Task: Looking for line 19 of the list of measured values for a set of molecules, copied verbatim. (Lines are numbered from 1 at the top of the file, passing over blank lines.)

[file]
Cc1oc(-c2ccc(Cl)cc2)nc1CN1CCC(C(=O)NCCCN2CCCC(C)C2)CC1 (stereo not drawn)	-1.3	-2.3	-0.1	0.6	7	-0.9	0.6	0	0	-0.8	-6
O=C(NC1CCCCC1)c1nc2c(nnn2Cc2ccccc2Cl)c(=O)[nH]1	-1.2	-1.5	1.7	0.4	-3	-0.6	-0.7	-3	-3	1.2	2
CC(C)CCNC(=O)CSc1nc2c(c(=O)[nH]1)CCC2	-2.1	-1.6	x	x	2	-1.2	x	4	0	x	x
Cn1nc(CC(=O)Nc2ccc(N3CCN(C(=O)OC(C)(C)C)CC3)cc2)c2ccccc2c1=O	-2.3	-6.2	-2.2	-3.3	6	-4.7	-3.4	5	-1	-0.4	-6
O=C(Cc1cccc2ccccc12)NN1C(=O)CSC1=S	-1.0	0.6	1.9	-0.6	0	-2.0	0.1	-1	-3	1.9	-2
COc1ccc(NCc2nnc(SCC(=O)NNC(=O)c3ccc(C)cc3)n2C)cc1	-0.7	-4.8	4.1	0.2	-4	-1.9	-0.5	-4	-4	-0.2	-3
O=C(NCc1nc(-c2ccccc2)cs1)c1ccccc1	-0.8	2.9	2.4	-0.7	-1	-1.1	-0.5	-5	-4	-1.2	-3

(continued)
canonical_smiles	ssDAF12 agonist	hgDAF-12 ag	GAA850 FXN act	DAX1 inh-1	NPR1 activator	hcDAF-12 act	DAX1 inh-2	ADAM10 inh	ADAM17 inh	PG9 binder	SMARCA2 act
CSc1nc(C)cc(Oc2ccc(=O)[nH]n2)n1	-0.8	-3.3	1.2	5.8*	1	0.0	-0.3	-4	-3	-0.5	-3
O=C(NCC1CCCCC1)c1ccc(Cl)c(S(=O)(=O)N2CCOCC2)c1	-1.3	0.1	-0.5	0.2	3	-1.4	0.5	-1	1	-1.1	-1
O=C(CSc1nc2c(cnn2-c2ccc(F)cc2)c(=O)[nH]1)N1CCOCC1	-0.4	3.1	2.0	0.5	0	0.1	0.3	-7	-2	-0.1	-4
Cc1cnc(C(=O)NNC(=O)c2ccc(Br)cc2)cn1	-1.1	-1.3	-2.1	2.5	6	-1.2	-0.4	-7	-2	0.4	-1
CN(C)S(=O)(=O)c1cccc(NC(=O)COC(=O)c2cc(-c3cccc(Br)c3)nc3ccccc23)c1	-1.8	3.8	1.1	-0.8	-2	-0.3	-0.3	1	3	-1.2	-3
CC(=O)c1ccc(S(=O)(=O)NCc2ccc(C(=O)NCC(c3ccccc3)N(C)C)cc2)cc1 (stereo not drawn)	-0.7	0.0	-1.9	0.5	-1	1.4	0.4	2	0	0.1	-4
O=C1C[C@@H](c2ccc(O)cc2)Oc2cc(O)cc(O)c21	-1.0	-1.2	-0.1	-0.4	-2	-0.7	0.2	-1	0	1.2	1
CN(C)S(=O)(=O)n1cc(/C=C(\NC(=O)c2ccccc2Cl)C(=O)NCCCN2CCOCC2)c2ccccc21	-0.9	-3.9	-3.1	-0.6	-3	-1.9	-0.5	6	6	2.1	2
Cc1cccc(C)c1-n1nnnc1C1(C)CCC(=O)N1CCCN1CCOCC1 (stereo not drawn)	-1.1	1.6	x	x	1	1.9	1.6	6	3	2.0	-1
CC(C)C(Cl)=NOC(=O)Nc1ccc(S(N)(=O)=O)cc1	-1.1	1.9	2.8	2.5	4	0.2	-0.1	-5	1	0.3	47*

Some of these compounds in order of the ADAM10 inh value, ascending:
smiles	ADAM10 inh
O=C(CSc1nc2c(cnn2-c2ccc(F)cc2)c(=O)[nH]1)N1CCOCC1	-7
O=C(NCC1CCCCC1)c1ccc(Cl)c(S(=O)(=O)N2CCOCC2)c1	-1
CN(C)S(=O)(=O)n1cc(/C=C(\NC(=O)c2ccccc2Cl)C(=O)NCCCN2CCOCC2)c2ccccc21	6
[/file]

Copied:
CC(C)C(Cl)=NOC(=O)Nc1ccc(S(N)(=O)=O)cc1	-1.1	1.9	2.8	2.5	4	0.2	-0.1	-5	1	0.3	47*